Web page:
Although the zoo’s ring-tailed lemurs might be away from home at the moment due to their susceptibility to catching coronavirus, another entertaining creature currently inhabits their enclosure. Known as the standup comic of the zoo, Manusela the salmon-crested cockatoo is sure to become a highlight of your visit. This feathered entertainer will scale up and down the net beside you, bob his head, and engage you in warbled conversation (so feel free to talk gibberish back). Manusela gets his name from Manusela National Park on Seram Island, the one area where the species can be found in the wild.


(Photo courtesy Johanna Hickle)

Peacock

The zoo’s resident peacock has free reign of the outdoor enclosure…so you’ll have to play hide-and-seek to track him down. Fortunately, as a male, he sports colorful blue and green plumage, making him much easier to spot. Scientists have different theories as to what makes a male peacock’s feathers attractive to the ladies of the species. Some say that his colorful displays convince a peahen of his ability to distract predators and draw them away from the nest. Others say that peahens are drawn to the blueberry-like markings of the male’s feathers. What woman doesn’t like a good dinner date?


(Photo courtesy Johanna Hickle)

Rabbits

If you want to find the zoo’s two rabbits, search for them where you’d find them in nature — in a warren-like burrow within a giant bay tree trunk. To avoid becoming a tasty meal, rabbits’ eyes are positioned toward the side of their heads, allowing them the ability to see a nearly perfect 360 degrees around them. Their one blind spot? Right in front of their twitchy button noses.


(Photo courtesy Palo Alto Junior Museum & Zoo)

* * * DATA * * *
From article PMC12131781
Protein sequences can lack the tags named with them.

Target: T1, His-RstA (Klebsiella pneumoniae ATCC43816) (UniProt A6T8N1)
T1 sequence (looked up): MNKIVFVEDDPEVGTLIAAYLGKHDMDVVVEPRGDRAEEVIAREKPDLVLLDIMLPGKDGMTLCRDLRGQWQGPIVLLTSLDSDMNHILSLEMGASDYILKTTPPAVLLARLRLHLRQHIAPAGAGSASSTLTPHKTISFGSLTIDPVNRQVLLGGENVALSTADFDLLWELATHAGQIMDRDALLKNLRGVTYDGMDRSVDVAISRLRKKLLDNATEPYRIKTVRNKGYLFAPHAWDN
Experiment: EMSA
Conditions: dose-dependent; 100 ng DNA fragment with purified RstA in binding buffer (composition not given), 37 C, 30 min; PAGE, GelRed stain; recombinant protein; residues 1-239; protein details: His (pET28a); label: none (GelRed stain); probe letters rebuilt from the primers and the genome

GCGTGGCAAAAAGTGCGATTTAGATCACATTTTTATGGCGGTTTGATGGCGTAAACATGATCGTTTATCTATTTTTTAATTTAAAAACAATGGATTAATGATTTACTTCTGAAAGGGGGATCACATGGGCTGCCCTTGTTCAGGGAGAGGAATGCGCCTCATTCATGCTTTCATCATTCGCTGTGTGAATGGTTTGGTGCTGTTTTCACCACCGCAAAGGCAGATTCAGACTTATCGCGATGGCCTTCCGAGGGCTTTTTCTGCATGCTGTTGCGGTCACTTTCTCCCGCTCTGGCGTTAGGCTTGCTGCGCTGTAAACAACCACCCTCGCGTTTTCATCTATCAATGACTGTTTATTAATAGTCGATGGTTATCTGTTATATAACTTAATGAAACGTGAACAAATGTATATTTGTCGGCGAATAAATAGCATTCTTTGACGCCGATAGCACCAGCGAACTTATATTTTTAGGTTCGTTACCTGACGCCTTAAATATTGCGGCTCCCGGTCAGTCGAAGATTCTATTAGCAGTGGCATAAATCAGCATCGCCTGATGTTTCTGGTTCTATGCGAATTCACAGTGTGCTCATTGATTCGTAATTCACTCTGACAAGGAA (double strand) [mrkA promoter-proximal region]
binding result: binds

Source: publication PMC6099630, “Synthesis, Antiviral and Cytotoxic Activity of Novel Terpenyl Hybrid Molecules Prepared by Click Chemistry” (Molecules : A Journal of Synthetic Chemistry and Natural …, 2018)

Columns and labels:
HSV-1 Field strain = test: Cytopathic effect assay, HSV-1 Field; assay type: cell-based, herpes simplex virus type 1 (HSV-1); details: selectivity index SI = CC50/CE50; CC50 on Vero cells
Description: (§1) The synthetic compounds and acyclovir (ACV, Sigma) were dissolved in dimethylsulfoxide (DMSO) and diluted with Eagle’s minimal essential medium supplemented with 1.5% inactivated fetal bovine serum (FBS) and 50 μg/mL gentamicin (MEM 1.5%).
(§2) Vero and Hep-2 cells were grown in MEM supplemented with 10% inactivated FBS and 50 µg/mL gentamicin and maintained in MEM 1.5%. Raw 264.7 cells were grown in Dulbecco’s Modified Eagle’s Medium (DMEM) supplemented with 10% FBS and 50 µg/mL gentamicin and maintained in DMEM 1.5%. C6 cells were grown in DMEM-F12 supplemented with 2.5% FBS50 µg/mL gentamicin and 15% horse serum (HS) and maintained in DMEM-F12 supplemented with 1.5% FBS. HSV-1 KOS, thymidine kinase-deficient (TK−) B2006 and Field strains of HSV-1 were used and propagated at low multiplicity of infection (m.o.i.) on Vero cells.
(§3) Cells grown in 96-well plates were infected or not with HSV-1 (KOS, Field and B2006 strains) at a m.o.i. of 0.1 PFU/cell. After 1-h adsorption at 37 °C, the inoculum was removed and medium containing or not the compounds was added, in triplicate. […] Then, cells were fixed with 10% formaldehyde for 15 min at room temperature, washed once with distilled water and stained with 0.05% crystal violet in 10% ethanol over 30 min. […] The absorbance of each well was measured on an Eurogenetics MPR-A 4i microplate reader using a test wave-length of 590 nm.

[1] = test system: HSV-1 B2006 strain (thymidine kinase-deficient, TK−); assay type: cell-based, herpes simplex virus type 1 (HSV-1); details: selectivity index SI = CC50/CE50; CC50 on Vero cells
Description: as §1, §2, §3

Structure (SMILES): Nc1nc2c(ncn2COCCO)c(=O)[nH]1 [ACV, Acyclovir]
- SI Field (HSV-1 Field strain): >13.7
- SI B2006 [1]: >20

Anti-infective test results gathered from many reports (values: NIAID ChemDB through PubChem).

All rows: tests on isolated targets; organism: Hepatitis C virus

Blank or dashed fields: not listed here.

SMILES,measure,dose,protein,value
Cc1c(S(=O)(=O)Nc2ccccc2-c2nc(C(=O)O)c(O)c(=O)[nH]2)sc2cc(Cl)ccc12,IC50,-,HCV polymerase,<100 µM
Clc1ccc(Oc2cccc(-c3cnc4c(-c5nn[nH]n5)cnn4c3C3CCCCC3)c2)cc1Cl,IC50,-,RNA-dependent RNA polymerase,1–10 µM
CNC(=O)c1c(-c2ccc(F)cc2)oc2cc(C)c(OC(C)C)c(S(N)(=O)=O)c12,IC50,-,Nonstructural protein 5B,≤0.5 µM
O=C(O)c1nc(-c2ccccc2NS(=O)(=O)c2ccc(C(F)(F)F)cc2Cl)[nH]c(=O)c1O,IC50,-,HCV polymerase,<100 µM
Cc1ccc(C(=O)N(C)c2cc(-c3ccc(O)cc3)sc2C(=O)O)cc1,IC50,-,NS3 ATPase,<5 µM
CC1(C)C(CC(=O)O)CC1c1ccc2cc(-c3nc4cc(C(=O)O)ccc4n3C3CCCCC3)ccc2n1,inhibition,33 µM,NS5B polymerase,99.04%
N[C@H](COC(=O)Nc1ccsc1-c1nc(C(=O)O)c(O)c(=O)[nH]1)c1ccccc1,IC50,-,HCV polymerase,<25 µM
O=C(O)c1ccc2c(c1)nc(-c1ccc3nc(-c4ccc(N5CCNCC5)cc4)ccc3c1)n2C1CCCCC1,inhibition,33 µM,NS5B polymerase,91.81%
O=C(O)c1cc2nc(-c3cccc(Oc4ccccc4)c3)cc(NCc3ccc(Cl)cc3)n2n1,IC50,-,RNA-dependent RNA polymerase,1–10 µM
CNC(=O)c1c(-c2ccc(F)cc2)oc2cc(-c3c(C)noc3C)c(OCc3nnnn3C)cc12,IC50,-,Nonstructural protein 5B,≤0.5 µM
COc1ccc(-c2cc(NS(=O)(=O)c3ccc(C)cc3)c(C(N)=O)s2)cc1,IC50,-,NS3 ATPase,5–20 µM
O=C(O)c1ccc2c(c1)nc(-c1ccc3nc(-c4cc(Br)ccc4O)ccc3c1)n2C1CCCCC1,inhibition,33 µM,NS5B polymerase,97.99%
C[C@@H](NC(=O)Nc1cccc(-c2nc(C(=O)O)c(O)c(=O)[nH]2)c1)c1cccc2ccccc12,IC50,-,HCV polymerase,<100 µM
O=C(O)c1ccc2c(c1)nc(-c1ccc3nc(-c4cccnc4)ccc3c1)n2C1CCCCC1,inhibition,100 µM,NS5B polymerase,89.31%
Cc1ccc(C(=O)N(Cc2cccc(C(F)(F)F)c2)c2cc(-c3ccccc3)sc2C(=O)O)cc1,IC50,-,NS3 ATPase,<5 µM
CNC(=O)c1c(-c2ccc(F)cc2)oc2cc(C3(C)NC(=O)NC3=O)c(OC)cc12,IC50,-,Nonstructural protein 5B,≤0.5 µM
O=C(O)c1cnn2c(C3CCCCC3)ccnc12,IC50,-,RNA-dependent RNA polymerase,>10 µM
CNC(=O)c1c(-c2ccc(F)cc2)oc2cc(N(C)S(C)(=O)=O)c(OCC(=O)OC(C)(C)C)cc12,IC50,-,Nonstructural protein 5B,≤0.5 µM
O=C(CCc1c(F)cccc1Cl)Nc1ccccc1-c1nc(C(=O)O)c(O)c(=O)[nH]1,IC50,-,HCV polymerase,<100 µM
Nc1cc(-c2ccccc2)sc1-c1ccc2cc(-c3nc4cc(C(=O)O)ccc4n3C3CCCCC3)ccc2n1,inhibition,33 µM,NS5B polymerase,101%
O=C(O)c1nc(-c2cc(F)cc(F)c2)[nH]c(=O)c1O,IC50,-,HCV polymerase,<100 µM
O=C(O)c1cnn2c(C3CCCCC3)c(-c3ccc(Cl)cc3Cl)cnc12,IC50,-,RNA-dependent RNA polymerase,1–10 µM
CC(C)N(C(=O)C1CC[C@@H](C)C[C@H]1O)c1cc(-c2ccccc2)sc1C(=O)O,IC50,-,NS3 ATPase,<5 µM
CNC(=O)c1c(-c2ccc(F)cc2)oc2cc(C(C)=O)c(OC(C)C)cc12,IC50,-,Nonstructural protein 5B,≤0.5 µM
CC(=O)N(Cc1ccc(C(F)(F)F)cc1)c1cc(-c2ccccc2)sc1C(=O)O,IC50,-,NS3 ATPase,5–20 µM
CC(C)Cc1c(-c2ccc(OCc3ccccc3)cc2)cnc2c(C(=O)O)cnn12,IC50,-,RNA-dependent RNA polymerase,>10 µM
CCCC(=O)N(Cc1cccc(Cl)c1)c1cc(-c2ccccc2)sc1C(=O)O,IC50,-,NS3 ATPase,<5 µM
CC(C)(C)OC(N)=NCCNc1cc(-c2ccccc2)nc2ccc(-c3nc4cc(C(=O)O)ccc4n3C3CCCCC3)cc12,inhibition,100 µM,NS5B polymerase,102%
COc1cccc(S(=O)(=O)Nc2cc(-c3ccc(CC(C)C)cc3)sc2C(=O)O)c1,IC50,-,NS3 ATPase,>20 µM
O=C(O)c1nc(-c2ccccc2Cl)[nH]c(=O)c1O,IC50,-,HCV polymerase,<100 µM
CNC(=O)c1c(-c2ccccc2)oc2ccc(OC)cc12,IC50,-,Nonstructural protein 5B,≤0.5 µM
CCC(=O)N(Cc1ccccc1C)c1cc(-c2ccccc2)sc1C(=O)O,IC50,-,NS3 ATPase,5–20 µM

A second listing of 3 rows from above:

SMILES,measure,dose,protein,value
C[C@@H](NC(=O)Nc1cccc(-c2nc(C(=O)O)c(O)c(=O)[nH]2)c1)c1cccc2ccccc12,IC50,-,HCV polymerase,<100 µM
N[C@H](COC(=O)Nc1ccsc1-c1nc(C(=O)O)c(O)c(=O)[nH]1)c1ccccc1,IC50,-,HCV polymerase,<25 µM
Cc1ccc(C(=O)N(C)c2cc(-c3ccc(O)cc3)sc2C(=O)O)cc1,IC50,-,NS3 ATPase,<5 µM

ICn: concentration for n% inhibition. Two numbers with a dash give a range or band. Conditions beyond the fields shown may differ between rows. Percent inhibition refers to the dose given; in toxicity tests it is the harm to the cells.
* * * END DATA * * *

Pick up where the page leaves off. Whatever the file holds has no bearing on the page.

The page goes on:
Spoonbills

Watching the spoonbills hunting for lunch is also sure to be a hit with the kids. As its name suggests, this funky bird carries a handy-dandy eating utensil on its face wherever it goes. When it’s mealtime, the spoonbill dips its beak into the water and swoops it side to side until it touches an insect, crustacean, or fish — with a backwards snap of its head, it gulps down the freshly caught snack. Bon appetite.


(Photo courtesy Palo Alto Junior Museum & Zoo)

Flamingos

The animal kingdom has its fair share of dramatic looking species, and flamingos certainly fit the bill with their noodle-like necks and dramatic pink plumage. Did you know that the rich pink hue of their feathers is based off of diet? The more algae, brine shrimp, and mollusks a flamingo consumes, the more vibrant its colors. Make sure to stop by the zoo around feeding time and you’ll even get the chance to hand-feed them yourself!


(Photo courtesy Johanna Hickle)

Loki the Racoon

There’s a good reason the zoo’s one-eyed racoon shares its name with Marvel’s beloved trickster god. Raccoons have a reputation as clever bandits and can use their long dexterous fingers to undo latches, unscrew jars, and open coolers or trash cans to steal snacks. At the turn of the century, scientists attempted to use raccoons in behavioral experiments…but decided rats were much more reliable after the black-masked rascals kept escaping their cages, hiding in air vents, and pickpocketing researchers.

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Johanna Harlow

Journalist with a fondness for micro-cultures and all things quirky.